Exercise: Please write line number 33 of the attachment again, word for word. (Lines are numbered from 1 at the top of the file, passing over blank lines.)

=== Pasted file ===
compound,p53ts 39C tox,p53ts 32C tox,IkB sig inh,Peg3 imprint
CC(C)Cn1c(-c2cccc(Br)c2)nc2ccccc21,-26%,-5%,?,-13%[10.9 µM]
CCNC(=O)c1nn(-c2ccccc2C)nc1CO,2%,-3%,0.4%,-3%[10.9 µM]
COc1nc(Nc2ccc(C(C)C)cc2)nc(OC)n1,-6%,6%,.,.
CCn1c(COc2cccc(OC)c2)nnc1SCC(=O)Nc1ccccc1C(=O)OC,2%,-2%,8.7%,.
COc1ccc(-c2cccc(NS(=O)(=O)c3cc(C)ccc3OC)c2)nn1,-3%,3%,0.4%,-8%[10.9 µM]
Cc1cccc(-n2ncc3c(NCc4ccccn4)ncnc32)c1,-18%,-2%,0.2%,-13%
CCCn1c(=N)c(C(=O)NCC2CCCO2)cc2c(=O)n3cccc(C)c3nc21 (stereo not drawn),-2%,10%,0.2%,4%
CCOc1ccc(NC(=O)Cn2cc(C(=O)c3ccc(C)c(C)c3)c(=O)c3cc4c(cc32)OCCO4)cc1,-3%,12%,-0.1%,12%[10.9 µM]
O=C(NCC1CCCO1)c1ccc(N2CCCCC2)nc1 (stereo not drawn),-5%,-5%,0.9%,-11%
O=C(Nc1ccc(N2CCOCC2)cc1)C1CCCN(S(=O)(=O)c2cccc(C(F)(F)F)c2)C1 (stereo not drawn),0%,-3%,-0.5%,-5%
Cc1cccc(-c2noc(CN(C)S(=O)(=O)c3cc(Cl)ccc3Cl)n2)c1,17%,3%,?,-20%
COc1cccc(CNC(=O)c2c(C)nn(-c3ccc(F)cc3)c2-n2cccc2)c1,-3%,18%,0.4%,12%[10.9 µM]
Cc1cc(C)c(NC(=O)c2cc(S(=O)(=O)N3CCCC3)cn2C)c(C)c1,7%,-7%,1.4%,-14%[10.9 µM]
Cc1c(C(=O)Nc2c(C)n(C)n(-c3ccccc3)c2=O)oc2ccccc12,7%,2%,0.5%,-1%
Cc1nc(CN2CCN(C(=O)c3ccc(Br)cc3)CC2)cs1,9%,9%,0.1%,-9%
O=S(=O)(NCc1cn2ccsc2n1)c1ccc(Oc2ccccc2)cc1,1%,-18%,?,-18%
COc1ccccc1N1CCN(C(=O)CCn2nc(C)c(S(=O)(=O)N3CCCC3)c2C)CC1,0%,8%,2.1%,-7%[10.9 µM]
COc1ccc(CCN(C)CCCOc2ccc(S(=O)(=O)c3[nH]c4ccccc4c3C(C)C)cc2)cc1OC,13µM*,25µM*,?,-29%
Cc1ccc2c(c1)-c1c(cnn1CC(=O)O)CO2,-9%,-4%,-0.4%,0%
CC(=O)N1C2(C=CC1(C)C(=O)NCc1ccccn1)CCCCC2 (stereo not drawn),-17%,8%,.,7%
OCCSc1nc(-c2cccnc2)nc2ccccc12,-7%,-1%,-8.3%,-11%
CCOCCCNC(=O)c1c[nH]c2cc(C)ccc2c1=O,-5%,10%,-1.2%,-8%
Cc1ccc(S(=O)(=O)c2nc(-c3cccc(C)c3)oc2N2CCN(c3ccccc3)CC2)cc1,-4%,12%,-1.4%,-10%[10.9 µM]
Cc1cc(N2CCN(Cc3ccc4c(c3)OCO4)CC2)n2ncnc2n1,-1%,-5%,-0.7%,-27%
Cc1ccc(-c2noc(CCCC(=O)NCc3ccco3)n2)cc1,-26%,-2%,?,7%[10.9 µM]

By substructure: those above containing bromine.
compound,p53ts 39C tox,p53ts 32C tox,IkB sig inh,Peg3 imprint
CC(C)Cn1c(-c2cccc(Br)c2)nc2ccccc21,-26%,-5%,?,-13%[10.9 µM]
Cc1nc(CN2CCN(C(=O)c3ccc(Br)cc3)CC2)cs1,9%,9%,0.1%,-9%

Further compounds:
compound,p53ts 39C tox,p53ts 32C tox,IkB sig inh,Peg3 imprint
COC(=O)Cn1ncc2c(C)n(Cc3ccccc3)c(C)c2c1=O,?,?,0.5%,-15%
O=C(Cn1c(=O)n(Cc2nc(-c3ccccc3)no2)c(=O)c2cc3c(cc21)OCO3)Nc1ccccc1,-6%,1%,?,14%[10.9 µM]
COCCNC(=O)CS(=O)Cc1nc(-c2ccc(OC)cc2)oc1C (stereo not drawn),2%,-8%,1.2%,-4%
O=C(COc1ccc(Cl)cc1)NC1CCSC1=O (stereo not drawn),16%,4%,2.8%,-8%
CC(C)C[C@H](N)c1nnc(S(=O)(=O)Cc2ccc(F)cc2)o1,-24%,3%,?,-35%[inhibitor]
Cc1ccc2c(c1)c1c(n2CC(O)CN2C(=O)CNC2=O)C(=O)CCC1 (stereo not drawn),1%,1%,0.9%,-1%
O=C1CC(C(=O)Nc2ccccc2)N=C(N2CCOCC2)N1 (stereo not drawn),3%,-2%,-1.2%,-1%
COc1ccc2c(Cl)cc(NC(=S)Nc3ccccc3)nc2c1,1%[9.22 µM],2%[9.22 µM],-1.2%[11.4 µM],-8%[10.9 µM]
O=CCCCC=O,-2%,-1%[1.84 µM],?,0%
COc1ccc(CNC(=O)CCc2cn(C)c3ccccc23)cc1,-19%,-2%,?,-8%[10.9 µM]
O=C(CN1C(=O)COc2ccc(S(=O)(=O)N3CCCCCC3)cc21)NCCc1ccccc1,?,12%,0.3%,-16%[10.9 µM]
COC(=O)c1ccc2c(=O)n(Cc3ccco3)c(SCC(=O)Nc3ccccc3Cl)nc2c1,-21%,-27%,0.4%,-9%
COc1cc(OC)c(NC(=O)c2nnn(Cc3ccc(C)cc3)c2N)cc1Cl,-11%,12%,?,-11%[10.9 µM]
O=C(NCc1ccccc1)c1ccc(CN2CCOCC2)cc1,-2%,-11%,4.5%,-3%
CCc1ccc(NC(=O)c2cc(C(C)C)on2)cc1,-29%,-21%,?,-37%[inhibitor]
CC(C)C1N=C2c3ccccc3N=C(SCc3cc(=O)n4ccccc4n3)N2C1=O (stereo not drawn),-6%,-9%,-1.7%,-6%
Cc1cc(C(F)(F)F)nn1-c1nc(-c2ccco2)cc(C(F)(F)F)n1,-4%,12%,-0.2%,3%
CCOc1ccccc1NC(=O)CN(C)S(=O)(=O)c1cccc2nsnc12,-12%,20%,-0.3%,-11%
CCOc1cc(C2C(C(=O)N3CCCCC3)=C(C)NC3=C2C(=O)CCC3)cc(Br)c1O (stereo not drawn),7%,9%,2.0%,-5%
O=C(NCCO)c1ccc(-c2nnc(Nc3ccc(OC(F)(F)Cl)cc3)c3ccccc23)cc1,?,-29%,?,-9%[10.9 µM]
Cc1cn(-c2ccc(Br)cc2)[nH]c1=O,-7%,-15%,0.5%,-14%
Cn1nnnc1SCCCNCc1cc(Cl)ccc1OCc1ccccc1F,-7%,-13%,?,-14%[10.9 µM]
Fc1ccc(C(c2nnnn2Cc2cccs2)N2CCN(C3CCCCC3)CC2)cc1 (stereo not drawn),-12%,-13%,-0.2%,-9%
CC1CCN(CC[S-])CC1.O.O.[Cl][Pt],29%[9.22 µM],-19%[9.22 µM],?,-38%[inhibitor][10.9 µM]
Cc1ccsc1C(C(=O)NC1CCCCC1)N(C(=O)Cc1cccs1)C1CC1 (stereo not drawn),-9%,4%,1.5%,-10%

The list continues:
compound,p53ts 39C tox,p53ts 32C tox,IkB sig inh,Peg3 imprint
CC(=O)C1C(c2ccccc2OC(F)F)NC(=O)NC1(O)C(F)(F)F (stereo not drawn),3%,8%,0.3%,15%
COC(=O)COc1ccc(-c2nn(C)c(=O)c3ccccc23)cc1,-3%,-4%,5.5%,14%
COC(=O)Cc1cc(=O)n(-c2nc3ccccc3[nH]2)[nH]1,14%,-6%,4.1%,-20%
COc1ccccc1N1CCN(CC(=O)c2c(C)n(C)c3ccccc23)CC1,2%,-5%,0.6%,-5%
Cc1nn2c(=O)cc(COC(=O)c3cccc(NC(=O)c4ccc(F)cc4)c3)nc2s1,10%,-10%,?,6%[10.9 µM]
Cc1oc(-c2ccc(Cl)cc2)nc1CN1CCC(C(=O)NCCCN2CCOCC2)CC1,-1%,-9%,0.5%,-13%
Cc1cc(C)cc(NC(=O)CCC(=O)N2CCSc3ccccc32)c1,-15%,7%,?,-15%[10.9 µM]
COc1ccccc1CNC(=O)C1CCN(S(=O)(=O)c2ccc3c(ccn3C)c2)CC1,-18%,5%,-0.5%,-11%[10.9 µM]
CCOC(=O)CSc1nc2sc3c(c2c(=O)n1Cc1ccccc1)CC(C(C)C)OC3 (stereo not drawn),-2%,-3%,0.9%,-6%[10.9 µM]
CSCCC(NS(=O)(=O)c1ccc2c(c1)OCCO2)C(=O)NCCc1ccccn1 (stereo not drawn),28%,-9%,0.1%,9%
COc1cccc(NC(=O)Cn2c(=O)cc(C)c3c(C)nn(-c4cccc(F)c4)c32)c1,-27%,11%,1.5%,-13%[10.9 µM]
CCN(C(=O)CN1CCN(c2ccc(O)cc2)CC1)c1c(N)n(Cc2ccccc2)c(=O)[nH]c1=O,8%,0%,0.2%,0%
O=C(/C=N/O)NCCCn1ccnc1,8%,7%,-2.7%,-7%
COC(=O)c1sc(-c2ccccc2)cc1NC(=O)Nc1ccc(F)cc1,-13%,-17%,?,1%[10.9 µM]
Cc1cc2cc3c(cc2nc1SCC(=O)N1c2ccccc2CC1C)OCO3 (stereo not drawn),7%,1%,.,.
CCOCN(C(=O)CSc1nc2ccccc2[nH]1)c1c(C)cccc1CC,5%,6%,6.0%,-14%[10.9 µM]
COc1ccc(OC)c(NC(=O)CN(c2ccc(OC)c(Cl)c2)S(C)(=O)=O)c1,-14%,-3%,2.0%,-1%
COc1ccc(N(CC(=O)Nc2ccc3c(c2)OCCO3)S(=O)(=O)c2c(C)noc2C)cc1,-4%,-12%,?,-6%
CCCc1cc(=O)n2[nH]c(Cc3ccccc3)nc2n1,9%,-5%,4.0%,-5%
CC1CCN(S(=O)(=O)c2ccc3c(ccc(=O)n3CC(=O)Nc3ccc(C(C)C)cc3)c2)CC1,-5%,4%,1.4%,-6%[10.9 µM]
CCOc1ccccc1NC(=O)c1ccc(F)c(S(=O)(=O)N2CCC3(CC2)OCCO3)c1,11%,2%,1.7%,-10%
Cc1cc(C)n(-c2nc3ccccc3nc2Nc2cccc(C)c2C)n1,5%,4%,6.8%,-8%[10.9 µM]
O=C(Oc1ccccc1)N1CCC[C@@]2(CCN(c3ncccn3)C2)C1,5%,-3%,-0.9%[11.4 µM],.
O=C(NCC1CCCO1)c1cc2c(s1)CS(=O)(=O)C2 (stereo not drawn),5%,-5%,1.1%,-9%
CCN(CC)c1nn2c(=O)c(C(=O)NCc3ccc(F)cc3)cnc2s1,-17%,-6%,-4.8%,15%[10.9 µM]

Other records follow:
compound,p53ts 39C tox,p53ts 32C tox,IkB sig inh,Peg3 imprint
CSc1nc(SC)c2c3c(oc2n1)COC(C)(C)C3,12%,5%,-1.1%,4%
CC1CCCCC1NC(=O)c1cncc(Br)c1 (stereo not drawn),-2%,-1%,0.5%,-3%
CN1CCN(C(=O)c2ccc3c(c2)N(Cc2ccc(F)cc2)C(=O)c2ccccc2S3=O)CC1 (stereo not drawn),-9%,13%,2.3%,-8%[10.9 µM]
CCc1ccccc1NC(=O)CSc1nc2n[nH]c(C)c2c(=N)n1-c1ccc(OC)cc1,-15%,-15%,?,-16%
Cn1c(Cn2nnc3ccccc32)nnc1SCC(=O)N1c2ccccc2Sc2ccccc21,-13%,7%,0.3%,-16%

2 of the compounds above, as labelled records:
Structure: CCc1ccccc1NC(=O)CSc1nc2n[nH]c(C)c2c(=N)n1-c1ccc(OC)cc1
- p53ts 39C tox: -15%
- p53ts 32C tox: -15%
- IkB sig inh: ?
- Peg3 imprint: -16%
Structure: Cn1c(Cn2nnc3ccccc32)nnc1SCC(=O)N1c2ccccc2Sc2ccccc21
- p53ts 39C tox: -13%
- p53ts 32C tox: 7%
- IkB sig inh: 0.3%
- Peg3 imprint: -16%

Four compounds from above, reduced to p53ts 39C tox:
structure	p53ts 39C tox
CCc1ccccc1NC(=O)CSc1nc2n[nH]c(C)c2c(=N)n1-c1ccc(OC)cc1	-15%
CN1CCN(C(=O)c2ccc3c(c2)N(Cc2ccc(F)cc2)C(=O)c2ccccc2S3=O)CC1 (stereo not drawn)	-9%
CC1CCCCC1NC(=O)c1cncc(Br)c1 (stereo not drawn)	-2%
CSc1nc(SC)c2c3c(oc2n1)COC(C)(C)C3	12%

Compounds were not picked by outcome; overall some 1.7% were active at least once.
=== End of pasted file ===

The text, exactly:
COC(=O)Cn1ncc2c(C)n(Cc3ccccc3)c(C)c2c1=O,?,?,0.5%,-15%